2. All that happens from the state withering is new statelets arise. If we really see what’s called “neoliberal globalism” arise, it’ll just mean corporations raising their own militaries. There’s no particular reason a person ought to respect the non-aggression principle.

            These ideologies take on a religious element. They require belief. You argue for non-aggression, another argues for Christianity or Islam or Marxism. It’s religion and requires the conversion and adherence of others to succeed.

          3. More seriously, the real issue here is whether it’s wise of me to reference immigration at this website, even though I’m doing so to appeal to a likely conservative, not to advertise my perspective on the matter. The intended goal of this website is to tolerate all perspectives, but there are limits. And people like me are few in number, even if most everyone academically right-wing is anti-war these days. At the same time, I can win over most any legitimately right-wing person to an anti-war perspective, provided he’s not senile.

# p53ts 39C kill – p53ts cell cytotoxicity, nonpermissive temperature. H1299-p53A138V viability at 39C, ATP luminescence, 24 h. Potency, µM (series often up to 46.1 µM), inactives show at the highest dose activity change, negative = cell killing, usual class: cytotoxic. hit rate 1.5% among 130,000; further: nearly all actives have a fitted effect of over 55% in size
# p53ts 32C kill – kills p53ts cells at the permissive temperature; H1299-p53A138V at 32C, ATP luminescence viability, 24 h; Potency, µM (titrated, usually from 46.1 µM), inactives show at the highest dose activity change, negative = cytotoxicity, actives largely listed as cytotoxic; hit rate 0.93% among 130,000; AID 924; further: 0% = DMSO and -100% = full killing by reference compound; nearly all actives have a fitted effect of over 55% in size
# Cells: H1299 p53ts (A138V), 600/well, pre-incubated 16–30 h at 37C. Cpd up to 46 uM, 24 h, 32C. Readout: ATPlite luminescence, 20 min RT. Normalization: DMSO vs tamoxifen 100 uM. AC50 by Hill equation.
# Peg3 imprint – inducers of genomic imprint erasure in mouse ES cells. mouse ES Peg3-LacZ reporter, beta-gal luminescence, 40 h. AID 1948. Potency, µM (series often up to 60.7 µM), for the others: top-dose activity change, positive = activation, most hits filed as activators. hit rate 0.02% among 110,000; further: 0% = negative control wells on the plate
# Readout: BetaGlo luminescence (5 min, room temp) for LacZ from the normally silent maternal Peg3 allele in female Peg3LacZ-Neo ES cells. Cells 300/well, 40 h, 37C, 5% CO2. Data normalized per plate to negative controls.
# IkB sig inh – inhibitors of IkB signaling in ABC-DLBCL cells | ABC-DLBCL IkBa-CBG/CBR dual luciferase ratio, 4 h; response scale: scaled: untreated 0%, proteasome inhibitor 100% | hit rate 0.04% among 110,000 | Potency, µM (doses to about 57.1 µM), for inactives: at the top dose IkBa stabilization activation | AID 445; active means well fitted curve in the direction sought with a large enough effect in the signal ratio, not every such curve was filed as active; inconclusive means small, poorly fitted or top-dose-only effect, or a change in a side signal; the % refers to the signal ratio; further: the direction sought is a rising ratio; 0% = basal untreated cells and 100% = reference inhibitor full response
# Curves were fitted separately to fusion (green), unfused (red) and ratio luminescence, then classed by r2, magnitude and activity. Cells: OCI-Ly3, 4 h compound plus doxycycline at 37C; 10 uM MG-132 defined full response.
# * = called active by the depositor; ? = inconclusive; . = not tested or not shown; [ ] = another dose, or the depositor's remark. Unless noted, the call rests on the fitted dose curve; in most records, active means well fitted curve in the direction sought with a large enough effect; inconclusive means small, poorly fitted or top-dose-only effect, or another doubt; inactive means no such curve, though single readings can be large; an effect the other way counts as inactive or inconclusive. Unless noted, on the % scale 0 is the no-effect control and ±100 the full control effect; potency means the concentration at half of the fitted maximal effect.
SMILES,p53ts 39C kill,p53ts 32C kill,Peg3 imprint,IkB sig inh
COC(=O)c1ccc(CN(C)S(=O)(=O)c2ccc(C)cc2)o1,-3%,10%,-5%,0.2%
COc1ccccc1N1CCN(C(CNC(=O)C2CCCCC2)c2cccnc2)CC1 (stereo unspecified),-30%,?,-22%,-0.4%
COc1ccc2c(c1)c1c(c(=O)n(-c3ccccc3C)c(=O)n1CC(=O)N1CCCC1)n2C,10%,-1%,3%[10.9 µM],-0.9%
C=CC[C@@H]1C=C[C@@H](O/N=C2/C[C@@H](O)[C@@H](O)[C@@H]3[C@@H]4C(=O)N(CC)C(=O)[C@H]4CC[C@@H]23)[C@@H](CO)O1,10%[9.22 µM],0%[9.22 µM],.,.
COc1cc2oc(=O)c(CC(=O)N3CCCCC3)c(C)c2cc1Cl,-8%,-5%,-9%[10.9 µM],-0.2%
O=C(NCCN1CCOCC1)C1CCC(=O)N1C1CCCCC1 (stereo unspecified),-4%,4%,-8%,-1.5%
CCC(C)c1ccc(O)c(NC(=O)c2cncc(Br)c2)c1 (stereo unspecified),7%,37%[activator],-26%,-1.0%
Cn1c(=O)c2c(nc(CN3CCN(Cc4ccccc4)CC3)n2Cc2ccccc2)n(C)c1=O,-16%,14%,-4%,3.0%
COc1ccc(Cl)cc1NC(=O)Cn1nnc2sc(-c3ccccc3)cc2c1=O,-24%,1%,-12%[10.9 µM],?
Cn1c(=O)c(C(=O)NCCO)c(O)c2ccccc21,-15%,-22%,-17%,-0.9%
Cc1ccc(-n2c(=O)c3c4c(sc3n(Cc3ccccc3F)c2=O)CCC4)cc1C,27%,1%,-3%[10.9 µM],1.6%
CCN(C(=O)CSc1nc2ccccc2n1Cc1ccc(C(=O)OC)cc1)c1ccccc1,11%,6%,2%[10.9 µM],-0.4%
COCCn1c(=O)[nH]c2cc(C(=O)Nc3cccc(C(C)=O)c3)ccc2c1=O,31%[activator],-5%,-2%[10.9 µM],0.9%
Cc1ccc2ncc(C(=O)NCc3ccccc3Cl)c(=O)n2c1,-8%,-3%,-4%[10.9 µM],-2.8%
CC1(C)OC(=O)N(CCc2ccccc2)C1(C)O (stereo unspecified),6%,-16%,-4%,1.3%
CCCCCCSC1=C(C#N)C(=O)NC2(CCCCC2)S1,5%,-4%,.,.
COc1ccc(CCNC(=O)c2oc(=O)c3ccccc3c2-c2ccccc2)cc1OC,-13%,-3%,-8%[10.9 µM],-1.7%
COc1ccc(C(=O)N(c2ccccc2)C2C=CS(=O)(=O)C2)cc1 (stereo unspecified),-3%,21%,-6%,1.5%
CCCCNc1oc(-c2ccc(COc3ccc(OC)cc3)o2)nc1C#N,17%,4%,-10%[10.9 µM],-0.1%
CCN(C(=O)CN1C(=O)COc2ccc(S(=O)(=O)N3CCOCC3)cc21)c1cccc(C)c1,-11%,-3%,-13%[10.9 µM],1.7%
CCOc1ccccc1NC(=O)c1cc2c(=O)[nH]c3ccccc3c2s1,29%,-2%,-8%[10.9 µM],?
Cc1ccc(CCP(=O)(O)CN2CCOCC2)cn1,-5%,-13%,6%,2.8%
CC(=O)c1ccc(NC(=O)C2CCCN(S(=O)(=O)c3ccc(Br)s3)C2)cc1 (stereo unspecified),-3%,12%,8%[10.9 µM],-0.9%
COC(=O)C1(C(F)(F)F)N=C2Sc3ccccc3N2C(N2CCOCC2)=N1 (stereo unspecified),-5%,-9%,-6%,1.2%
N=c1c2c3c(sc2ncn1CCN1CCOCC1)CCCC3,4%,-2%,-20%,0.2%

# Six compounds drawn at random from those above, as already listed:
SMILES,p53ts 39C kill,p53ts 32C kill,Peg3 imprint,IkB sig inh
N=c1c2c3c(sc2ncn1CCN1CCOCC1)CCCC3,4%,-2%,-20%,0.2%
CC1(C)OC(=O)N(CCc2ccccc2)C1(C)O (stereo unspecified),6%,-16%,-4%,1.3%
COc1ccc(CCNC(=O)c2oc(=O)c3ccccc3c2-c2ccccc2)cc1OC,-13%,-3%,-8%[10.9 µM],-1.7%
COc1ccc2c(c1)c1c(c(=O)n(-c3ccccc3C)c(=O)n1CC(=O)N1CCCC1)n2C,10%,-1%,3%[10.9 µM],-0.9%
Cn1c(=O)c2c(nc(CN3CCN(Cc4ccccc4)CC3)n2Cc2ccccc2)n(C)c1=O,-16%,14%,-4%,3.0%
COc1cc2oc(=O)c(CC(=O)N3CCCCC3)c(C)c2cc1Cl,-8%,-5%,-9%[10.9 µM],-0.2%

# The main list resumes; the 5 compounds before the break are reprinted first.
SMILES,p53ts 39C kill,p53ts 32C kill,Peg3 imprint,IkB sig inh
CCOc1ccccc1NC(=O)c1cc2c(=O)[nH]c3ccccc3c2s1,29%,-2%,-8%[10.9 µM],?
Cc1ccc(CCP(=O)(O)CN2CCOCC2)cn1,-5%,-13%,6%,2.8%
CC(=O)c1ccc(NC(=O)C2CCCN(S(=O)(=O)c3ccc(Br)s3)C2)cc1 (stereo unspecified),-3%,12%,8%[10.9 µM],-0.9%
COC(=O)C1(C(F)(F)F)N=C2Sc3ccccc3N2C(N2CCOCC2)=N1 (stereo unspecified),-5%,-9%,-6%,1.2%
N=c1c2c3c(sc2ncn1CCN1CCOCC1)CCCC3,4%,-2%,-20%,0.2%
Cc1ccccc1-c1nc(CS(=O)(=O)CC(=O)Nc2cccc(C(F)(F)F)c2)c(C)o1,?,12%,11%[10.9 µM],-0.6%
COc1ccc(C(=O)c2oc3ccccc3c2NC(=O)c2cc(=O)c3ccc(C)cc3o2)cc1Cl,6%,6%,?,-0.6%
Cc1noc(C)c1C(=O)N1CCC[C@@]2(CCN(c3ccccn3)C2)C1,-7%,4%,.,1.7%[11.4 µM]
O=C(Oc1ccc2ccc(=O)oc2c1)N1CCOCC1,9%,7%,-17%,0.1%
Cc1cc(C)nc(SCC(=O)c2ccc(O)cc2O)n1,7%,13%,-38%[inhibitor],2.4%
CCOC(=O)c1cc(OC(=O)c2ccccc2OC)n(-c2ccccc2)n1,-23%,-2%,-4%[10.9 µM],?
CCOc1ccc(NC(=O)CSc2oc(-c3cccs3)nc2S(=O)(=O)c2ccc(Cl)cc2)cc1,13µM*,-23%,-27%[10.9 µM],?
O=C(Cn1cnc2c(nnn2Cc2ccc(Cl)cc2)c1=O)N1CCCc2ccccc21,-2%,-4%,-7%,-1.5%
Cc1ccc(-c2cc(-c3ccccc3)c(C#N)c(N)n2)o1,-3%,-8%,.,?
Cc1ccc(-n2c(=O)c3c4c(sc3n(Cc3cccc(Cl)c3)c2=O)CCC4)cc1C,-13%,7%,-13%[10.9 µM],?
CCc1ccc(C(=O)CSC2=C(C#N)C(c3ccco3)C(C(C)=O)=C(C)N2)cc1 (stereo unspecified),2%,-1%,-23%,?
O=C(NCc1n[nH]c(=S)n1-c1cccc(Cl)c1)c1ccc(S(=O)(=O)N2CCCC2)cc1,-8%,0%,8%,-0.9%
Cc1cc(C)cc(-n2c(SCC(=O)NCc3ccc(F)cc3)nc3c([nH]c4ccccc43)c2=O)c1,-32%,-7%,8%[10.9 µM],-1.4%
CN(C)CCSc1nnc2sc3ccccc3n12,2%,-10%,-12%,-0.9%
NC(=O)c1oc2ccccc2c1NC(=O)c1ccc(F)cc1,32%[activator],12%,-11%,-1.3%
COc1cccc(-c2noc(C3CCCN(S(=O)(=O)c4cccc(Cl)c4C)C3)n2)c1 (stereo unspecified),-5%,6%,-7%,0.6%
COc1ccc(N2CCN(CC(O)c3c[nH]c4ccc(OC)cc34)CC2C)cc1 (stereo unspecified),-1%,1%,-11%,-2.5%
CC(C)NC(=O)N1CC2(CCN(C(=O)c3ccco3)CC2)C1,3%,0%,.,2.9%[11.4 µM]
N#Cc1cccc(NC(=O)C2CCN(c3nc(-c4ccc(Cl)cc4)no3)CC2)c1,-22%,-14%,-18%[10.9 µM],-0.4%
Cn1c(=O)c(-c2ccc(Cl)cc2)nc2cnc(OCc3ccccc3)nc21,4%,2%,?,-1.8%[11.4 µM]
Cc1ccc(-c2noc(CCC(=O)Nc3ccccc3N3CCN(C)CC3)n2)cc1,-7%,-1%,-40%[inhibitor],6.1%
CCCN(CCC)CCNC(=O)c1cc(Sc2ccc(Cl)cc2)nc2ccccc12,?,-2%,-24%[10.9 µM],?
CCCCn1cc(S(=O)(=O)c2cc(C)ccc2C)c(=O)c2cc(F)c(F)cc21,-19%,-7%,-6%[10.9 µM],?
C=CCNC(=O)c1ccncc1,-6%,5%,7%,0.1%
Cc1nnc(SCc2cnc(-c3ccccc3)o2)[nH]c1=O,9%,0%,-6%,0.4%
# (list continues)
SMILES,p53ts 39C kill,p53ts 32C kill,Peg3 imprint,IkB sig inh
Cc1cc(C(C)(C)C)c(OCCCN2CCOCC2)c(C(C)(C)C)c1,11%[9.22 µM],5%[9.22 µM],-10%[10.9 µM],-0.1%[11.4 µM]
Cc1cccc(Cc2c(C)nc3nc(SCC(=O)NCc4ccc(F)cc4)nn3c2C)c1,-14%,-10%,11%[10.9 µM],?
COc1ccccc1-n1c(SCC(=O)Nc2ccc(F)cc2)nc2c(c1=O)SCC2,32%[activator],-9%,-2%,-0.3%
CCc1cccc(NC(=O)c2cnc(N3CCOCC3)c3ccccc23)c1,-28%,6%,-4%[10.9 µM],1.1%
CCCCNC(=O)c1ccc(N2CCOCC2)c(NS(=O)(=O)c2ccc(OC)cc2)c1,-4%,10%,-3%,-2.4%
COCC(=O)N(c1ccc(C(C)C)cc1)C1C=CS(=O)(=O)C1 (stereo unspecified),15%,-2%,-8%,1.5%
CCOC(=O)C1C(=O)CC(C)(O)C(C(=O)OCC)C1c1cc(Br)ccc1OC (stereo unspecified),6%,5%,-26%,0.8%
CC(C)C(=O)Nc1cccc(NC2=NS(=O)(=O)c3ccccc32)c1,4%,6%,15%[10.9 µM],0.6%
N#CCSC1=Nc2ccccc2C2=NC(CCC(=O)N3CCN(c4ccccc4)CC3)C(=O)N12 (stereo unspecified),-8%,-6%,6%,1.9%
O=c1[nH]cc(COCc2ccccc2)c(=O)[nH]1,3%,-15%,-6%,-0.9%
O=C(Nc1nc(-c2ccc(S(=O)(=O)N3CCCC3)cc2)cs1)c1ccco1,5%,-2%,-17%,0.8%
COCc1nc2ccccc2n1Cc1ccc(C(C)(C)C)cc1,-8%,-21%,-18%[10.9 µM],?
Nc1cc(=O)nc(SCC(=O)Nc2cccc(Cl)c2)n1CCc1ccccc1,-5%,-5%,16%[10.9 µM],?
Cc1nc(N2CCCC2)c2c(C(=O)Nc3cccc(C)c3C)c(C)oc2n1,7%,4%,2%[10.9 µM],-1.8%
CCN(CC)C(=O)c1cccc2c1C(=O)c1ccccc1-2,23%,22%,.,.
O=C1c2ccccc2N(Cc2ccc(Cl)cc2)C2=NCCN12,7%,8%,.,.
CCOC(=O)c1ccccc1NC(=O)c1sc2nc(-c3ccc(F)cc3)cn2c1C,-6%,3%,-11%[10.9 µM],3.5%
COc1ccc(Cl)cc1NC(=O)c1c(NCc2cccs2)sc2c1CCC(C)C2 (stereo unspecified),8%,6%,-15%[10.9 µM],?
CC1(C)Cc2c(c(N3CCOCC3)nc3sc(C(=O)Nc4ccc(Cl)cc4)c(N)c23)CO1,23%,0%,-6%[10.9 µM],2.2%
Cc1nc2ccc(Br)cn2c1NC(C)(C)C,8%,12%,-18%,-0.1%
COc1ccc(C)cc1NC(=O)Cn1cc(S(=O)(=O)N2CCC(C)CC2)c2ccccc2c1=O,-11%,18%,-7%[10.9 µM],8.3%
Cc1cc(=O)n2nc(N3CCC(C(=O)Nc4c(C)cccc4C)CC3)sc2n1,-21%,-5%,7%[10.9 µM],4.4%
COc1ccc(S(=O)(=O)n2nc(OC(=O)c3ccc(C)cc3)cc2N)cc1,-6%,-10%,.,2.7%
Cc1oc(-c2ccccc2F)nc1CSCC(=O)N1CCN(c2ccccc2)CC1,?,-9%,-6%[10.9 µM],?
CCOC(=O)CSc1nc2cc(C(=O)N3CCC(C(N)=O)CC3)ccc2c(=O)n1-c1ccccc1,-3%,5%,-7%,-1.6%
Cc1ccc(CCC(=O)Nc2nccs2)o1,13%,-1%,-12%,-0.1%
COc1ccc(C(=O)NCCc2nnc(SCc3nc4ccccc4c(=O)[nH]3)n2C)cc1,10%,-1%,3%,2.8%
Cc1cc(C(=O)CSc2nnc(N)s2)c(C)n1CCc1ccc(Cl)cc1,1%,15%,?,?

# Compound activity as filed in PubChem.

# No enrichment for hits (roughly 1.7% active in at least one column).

4. You’re free to reference immigration here.

            But you’re not going to win anyone over to an anti-war perspective by preaching a pro-war perspective. War on immigrants is war.

          5. Translation: “All who disagree with me are pro-war.”

            The problem with open borders is it inevitably brings about slavery. Neoliberalism and neosocialism, or whatever terms for the global movements of each, lead to very similar results: Domination and exploitation by foreign elites.

            What resists domination by foreign elites are nations and other traditional groups (such as religions, kingdoms, and I guess beptarchies where one group rules over others within a polity). “Beptarchy” I’ve only seen mentioned in GK Chesterton’s “Patriotic Idea” essay, but it seems to mean a society ruled by others. The word’s not in the standard dictionary. Many of the societies we read about at this site have some group dominating within that particular polity.